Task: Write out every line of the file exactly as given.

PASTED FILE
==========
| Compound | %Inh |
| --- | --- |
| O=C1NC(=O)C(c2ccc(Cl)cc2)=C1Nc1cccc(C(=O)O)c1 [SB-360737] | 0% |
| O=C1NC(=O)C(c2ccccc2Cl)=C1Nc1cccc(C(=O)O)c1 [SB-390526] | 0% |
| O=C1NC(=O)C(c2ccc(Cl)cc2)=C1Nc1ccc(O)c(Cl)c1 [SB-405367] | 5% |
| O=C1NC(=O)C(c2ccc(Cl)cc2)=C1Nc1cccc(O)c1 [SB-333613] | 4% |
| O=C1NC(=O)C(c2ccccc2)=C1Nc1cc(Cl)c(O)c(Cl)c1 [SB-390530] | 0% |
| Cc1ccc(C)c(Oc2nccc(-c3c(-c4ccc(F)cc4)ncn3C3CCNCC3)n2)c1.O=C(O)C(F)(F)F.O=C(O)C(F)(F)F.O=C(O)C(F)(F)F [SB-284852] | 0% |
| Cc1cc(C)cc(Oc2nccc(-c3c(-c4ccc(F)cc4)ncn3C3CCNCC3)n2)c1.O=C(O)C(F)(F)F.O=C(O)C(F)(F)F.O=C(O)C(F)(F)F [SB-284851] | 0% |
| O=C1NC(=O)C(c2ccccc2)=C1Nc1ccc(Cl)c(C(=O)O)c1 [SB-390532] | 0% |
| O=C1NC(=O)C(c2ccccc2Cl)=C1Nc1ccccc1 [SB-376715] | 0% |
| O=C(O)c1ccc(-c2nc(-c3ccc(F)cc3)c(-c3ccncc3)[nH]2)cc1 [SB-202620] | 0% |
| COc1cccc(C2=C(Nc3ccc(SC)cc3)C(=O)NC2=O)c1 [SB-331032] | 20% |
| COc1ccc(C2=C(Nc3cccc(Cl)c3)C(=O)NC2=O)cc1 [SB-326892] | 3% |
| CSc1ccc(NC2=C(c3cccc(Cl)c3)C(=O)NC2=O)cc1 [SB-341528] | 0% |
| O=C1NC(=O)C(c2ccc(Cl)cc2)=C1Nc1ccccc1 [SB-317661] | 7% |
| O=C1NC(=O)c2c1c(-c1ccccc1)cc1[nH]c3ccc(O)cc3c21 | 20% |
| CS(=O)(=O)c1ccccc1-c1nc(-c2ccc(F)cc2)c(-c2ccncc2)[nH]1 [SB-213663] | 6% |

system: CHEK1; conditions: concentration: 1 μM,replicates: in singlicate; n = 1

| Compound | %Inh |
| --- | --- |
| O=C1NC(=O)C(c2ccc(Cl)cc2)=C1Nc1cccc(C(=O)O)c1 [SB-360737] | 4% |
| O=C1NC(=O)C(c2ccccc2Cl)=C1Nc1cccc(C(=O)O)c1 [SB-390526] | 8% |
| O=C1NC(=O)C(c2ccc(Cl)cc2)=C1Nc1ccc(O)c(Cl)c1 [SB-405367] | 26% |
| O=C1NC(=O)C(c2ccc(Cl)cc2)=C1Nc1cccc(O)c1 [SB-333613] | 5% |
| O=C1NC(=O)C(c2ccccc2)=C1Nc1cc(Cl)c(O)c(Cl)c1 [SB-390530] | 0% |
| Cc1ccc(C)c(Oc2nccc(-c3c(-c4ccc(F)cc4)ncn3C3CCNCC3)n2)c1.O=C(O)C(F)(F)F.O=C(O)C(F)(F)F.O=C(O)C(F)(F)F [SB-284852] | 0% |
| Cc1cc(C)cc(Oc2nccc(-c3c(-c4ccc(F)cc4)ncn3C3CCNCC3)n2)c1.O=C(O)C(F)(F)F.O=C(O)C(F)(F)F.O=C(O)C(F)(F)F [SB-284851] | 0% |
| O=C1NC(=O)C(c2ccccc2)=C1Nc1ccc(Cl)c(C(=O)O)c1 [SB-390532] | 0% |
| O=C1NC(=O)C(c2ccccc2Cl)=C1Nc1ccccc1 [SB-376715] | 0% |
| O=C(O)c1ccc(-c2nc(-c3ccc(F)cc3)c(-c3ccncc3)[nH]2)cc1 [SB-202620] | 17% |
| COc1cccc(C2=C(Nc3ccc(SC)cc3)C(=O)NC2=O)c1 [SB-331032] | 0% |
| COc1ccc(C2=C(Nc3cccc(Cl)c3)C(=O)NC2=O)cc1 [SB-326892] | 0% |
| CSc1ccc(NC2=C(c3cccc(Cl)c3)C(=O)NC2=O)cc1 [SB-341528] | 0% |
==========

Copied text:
| Compound | %Inh |
| --- | --- |
| O=C1NC(=O)C(c2ccc(Cl)cc2)=C1Nc1cccc(C(=O)O)c1 [SB-360737] | 0% |
| O=C1NC(=O)C(c2ccccc2Cl)=C1Nc1cccc(C(=O)O)c1 [SB-390526] | 0% |
| O=C1NC(=O)C(c2ccc(Cl)cc2)=C1Nc1ccc(O)c(Cl)c1 [SB-405367] | 5% |
| O=C1NC(=O)C(c2ccc(Cl)cc2)=C1Nc1cccc(O)c1 [SB-333613] | 4% |
| O=C1NC(=O)C(c2ccccc2)=C1Nc1cc(Cl)c(O)c(Cl)c1 [SB-390530] | 0% |
| Cc1ccc(C)c(Oc2nccc(-c3c(-c4ccc(F)cc4)ncn3C3CCNCC3)n2)c1.O=C(O)C(F)(F)F.O=C(O)C(F)(F)F.O=C(O)C(F)(F)F [SB-284852] | 0% |
| Cc1cc(C)cc(Oc2nccc(-c3c(-c4ccc(F)cc4)ncn3C3CCNCC3)n2)c1.O=C(O)C(F)(F)F.O=C(O)C(F)(F)F.O=C(O)C(F)(F)F [SB-284851] | 0% |
| O=C1NC(=O)C(c2ccccc2)=C1Nc1ccc(Cl)c(C(=O)O)c1 [SB-390532] | 0% |
| O=C1NC(=O)C(c2ccccc2Cl)=C1Nc1ccccc1 [SB-376715] | 0% |
| O=C(O)c1ccc(-c2nc(-c3ccc(F)cc3)c(-c3ccncc3)[nH]2)cc1 [SB-202620] | 0% |
| COc1cccc(C2=C(Nc3ccc(SC)cc3)C(=O)NC2=O)c1 [SB-331032] | 20% |
| COc1ccc(C2=C(Nc3cccc(Cl)c3)C(=O)NC2=O)cc1 [SB-326892] | 3% |
| CSc1ccc(NC2=C(c3cccc(Cl)c3)C(=O)NC2=O)cc1 [SB-341528] | 0% |
| O=C1NC(=O)C(c2ccc(Cl)cc2)=C1Nc1ccccc1 [SB-317661] | 7% |
| O=C1NC(=O)c2c1c(-c1ccccc1)cc1[nH]c3ccc(O)cc3c21 | 20% |
| CS(=O)(=O)c1ccccc1-c1nc(-c2ccc(F)cc2)c(-c2ccncc2)[nH]1 [SB-213663] | 6% |

system: CHEK1; conditions: concentration: 1 μM,replicates: in singlicate; n = 1

| Compound | %Inh |
| --- | --- |
| O=C1NC(=O)C(c2ccc(Cl)cc2)=C1Nc1cccc(C(=O)O)c1 [SB-360737] | 4% |
| O=C1NC(=O)C(c2ccccc2Cl)=C1Nc1cccc(C(=O)O)c1 [SB-390526] | 8% |
| O=C1NC(=O)C(c2ccc(Cl)cc2)=C1Nc1ccc(O)c(Cl)c1 [SB-405367] | 26% |
| O=C1NC(=O)C(c2ccc(Cl)cc2)=C1Nc1cccc(O)c1 [SB-333613] | 5% |
| O=C1NC(=O)C(c2ccccc2)=C1Nc1cc(Cl)c(O)c(Cl)c1 [SB-390530] | 0% |
| Cc1ccc(C)c(Oc2nccc(-c3c(-c4ccc(F)cc4)ncn3C3CCNCC3)n2)c1.O=C(O)C(F)(F)F.O=C(O)C(F)(F)F.O=C(O)C(F)(F)F [SB-284852] | 0% |
| Cc1cc(C)cc(Oc2nccc(-c3c(-c4ccc(F)cc4)ncn3C3CCNCC3)n2)c1.O=C(O)C(F)(F)F.O=C(O)C(F)(F)F.O=C(O)C(F)(F)F [SB-284851] | 0% |
| O=C1NC(=O)C(c2ccccc2)=C1Nc1ccc(Cl)c(C(=O)O)c1 [SB-390532] | 0% |
| O=C1NC(=O)C(c2ccccc2Cl)=C1Nc1ccccc1 [SB-376715] | 0% |
| O=C(O)c1ccc(-c2nc(-c3ccc(F)cc3)c(-c3ccncc3)[nH]2)cc1 [SB-202620] | 17% |
| COc1cccc(C2=C(Nc3ccc(SC)cc3)C(=O)NC2=O)c1 [SB-331032] | 0% |
| COc1ccc(C2=C(Nc3cccc(Cl)c3)C(=O)NC2=O)cc1 [SB-326892] | 0% |
| CSc1ccc(NC2=C(c3cccc(Cl)c3)C(=O)NC2=O)cc1 [SB-341528] | 0% |